• Sometimes I throw out my kids' drawings when the drawer gets too full. I don't put them in the recycle bin because they might find them and take them out.
  • I think I'm smarter than most of the people I encounter every day.
  • I give whole blood because giving plasma is an inconveniently long process.
  • Even though I'm a woman, I usually assume that the slow/bad driver ahead of me is a woman (unless they're driving a Cadillac, Buick, Oldsmobile - which are old man cars).
  • I feel bad for other people because their kids aren't as cute as mine.
  • I think a lethal virus that took out most of the Wal-Mart-shopping population of North America would be a good thing.

Friday, September 16, 2005

This is why I like being a parent

While rooting through my sock drawer for appropriate footwear (it's cold today), I found this note that Frankie left under his pillow last spring,

Dear tooth fary,

I lost my tooth down the drain today. I am really sorry abowt that.



It put a smile on my face for the rest of the day.

Wednesday, September 14, 2005

Opossum sighting causes life re-evaluation

Once in a while I receive information that shifts my perception of the world an eighth of a millimeter to the left. Information that makes me question my cognitive abilities. Information that makes me wonder what else I was wrong about. Information that would fall in this category include finding out that my ex-colleague was undergoing gender reassignment, the day I found out that my boyfriend of three years had been cheating on me for the entire span of our relationship, and learning the real meaning of the word "ignorant" in grade eight.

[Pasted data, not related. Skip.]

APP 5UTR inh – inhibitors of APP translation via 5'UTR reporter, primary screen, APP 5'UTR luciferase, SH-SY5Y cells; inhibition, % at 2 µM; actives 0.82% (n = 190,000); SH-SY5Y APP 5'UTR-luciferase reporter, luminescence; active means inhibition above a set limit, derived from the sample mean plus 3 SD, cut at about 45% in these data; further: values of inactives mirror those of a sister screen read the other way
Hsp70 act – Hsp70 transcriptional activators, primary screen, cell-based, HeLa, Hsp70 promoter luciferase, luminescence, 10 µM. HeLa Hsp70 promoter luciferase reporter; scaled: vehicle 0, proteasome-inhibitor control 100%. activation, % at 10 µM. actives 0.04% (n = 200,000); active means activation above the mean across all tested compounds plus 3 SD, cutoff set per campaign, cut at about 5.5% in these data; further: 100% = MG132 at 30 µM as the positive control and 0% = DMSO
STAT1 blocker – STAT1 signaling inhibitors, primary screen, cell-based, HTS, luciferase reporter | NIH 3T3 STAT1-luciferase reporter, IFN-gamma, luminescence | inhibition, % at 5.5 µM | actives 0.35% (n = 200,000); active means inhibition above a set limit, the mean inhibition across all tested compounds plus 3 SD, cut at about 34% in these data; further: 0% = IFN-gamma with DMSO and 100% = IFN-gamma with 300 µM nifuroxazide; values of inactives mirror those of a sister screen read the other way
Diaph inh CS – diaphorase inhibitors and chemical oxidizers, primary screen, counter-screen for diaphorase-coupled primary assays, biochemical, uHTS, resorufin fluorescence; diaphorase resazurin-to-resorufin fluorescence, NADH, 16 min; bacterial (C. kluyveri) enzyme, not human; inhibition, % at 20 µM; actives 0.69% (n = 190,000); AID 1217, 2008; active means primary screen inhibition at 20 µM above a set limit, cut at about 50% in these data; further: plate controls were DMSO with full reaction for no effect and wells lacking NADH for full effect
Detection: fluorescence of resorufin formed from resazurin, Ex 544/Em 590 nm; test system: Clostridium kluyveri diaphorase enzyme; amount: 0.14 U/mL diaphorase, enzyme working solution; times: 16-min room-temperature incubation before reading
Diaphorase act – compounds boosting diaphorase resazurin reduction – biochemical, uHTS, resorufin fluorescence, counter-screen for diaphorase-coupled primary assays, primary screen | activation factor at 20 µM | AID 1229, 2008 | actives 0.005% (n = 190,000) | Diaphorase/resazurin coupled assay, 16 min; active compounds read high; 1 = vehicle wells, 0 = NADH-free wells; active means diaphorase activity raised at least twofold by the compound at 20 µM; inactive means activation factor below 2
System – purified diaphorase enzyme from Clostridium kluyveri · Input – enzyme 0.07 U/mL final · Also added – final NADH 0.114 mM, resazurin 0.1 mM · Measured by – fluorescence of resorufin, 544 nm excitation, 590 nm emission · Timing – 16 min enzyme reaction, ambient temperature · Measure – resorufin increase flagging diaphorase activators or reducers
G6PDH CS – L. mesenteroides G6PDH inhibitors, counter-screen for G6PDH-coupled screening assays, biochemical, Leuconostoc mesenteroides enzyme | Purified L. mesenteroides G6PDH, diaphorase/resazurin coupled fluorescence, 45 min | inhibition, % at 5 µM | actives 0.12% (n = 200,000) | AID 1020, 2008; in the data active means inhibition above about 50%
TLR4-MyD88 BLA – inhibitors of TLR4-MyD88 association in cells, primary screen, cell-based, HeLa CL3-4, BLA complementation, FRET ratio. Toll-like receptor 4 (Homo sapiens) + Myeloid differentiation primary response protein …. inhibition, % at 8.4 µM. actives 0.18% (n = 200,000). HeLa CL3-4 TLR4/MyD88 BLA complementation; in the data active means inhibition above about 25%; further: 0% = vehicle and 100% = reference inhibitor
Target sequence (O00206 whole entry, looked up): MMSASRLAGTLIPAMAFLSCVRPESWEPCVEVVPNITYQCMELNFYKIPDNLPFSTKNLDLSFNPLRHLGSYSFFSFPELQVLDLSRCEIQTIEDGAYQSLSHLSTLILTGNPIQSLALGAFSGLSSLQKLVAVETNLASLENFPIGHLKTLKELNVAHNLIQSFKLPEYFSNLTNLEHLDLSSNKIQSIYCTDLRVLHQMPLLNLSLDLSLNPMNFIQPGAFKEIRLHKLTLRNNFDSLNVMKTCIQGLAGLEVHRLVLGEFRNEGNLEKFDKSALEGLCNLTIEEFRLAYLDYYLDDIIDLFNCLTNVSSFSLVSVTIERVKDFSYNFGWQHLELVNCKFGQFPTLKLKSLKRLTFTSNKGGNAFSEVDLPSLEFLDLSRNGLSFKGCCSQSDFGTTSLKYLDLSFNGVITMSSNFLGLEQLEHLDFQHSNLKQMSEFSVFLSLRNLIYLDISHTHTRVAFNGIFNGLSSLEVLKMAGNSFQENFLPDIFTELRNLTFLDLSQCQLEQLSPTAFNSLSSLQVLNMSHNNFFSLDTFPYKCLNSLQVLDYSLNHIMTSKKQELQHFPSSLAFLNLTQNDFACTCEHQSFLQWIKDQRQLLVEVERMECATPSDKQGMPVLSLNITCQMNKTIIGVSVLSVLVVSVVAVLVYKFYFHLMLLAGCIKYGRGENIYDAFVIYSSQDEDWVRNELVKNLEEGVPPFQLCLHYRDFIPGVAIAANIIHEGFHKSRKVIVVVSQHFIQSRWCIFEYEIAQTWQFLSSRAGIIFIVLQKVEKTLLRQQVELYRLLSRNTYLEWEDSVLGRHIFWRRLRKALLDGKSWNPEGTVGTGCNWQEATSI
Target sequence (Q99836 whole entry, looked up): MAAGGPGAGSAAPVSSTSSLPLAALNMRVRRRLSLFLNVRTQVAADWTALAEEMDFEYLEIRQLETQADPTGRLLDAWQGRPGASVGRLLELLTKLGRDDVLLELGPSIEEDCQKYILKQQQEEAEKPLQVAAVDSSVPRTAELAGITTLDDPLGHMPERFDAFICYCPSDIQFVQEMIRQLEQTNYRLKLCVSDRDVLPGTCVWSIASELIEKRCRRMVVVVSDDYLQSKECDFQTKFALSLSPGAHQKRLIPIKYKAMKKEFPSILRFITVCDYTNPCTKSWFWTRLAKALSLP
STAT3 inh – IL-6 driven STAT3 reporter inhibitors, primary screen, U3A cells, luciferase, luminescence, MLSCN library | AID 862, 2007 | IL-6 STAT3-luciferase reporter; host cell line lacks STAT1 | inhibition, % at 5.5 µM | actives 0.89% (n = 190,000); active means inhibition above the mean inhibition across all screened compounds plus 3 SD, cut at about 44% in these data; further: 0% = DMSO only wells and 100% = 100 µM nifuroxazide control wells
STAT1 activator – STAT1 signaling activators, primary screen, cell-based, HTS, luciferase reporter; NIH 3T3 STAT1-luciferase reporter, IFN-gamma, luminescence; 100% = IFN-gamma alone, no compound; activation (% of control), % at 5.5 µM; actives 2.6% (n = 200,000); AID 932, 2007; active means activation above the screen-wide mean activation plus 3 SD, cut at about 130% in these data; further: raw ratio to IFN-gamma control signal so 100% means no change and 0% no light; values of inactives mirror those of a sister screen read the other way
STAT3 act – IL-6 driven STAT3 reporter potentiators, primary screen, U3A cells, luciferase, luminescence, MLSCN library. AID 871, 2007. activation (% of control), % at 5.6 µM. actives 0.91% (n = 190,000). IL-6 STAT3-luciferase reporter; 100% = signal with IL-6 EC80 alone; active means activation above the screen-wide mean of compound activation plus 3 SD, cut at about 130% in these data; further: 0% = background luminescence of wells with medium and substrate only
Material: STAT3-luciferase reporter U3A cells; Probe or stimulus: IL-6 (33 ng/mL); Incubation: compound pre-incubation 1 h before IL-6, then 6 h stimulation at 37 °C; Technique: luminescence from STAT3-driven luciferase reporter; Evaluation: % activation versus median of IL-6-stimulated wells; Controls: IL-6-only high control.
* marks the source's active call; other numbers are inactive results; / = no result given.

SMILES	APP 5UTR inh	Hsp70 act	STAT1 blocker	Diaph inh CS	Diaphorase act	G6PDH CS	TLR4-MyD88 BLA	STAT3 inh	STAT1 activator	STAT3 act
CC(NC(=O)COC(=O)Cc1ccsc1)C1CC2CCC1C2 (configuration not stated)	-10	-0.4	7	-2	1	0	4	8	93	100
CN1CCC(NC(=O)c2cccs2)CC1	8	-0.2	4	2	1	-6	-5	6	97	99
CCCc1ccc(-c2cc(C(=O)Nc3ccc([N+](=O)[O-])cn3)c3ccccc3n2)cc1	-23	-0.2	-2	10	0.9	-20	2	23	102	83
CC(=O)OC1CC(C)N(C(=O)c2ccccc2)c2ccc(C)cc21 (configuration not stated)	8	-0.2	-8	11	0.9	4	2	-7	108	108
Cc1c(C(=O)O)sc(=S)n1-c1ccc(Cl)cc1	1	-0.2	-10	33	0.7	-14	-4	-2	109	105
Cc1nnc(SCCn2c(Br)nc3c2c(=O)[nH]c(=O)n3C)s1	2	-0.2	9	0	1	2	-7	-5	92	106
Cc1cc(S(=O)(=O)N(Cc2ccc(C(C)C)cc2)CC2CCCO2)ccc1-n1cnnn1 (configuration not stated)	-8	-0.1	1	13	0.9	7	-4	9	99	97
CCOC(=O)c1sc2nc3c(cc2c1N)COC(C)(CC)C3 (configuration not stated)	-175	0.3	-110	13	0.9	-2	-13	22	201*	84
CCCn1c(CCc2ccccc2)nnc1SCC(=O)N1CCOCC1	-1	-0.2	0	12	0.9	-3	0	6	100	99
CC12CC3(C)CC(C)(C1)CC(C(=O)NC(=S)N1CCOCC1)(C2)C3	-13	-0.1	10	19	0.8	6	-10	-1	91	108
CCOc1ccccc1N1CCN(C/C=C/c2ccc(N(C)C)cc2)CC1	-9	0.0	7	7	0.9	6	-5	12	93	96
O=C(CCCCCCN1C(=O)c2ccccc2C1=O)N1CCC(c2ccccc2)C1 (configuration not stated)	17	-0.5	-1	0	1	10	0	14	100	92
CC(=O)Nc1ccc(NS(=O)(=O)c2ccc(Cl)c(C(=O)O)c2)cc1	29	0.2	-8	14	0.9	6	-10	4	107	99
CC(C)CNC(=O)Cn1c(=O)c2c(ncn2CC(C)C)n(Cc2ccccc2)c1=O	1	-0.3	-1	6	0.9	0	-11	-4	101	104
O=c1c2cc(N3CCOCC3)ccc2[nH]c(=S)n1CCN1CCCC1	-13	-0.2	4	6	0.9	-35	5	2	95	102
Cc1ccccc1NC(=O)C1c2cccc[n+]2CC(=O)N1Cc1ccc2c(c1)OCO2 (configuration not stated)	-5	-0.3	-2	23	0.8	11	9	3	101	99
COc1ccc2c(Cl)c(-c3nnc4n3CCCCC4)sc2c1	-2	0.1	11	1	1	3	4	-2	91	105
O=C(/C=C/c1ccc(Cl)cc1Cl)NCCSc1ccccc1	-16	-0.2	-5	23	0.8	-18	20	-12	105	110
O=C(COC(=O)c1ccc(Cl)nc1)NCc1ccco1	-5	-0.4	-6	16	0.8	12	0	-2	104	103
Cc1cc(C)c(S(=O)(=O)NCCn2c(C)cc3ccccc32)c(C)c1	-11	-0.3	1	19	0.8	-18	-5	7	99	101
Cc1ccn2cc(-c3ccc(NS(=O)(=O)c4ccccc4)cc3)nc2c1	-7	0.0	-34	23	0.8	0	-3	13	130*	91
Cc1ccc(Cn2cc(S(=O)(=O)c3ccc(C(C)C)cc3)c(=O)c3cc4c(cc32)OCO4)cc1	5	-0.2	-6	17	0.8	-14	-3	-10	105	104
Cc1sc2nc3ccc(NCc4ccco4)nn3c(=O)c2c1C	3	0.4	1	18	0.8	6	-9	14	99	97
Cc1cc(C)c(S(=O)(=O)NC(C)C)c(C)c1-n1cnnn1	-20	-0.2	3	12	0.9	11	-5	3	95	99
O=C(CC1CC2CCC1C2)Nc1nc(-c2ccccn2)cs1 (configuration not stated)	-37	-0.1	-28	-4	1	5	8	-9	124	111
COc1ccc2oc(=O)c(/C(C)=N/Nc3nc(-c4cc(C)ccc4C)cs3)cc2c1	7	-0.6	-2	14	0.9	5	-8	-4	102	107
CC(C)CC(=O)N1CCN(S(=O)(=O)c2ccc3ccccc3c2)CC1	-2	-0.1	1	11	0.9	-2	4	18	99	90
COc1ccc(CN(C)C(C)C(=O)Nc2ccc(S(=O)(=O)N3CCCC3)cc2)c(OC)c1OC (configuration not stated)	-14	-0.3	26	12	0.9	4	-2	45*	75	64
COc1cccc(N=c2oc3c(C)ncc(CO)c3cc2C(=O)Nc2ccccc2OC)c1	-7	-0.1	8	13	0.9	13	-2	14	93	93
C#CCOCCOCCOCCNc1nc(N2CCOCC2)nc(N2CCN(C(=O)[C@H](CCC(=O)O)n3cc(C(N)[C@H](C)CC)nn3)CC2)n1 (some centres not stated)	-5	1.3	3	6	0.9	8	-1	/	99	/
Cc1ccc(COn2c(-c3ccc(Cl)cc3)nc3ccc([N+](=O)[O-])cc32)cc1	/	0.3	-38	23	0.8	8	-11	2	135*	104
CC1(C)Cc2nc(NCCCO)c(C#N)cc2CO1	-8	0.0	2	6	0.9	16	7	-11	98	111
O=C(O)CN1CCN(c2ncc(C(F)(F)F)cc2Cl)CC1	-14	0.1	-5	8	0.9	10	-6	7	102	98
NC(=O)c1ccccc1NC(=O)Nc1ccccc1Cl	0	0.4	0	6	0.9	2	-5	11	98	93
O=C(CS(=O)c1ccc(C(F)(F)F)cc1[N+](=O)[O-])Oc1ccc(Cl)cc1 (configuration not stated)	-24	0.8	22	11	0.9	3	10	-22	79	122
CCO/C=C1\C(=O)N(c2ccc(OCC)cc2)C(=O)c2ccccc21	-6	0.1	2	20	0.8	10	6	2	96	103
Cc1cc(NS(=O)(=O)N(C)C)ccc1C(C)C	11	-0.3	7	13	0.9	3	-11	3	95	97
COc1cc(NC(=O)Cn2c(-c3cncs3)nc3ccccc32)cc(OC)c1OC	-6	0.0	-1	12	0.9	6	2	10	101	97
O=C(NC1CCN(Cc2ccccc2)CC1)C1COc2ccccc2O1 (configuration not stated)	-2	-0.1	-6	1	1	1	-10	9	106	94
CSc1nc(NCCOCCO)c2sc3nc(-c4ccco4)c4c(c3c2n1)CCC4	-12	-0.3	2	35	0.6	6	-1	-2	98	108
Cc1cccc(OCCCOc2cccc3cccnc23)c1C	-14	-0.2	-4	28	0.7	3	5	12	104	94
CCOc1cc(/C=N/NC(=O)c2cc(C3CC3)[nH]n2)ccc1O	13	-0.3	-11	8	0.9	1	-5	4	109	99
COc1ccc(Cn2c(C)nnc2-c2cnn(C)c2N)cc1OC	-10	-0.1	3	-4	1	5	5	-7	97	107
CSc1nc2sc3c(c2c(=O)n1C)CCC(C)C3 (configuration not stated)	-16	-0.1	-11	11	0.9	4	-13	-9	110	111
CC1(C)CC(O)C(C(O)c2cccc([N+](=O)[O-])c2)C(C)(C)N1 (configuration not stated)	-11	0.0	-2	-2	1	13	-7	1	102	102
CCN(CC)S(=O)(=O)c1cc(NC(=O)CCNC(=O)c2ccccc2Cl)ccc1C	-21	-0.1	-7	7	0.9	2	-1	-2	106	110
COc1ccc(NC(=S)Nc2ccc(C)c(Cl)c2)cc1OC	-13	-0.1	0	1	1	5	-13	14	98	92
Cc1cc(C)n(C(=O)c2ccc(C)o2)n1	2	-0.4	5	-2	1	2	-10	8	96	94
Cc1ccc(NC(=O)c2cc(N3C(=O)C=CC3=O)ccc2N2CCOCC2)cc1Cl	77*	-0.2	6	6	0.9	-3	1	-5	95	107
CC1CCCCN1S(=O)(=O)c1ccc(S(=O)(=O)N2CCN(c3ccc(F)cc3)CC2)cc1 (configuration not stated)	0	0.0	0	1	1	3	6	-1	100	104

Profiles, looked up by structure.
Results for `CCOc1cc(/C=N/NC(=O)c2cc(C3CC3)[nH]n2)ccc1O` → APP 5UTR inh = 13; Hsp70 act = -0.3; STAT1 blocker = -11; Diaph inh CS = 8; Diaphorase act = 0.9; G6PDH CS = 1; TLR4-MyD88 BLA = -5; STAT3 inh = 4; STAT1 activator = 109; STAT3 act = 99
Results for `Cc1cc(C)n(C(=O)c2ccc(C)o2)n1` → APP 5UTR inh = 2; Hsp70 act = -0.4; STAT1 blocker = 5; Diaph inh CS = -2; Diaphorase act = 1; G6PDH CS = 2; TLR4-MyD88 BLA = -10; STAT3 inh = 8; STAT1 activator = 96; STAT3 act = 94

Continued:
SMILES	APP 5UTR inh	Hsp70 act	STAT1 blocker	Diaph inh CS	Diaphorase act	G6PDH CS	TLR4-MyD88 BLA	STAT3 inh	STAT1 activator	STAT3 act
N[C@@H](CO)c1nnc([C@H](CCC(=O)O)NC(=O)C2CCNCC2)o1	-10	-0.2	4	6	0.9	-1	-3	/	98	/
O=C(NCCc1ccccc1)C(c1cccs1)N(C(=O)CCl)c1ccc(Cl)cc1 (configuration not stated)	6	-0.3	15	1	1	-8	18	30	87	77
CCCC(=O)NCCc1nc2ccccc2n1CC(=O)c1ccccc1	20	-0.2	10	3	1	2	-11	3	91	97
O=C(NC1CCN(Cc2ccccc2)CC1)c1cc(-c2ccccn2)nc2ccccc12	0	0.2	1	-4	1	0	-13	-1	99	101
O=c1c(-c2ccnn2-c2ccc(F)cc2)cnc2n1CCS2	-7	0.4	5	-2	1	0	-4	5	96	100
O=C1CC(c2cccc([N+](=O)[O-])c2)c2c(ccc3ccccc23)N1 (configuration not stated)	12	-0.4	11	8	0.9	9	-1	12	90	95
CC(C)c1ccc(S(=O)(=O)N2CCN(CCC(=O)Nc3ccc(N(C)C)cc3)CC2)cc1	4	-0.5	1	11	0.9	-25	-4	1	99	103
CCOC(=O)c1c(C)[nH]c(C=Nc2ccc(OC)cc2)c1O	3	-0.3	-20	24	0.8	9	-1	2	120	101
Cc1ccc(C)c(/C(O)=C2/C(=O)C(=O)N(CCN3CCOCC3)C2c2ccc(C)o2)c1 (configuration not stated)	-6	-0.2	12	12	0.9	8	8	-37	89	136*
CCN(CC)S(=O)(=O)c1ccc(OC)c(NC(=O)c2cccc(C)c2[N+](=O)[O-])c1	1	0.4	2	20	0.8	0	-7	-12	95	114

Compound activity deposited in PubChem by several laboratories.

Today I had another such revelation when I saw a dead opossum on the side of the road. I mean, who knew that there were opossums in Southwestern Ontario? Where the hell did they come from? Have they always been here? How could I have gone for 34 years without knowing of their existence here?

Friday, September 09, 2005

All Time Favorite Rock 'n' Roll Lyrics

I like these lyrics from Bruce Springsteen's Pink Cadillac because I can soooooooo picture Arthur saying them:

You may wonder how come I love you
When you get on my nerves like you do
Well baby, you know you bug me
There ain’t no secret about that

Fellow Bloggers, share with me your favorite lyrics!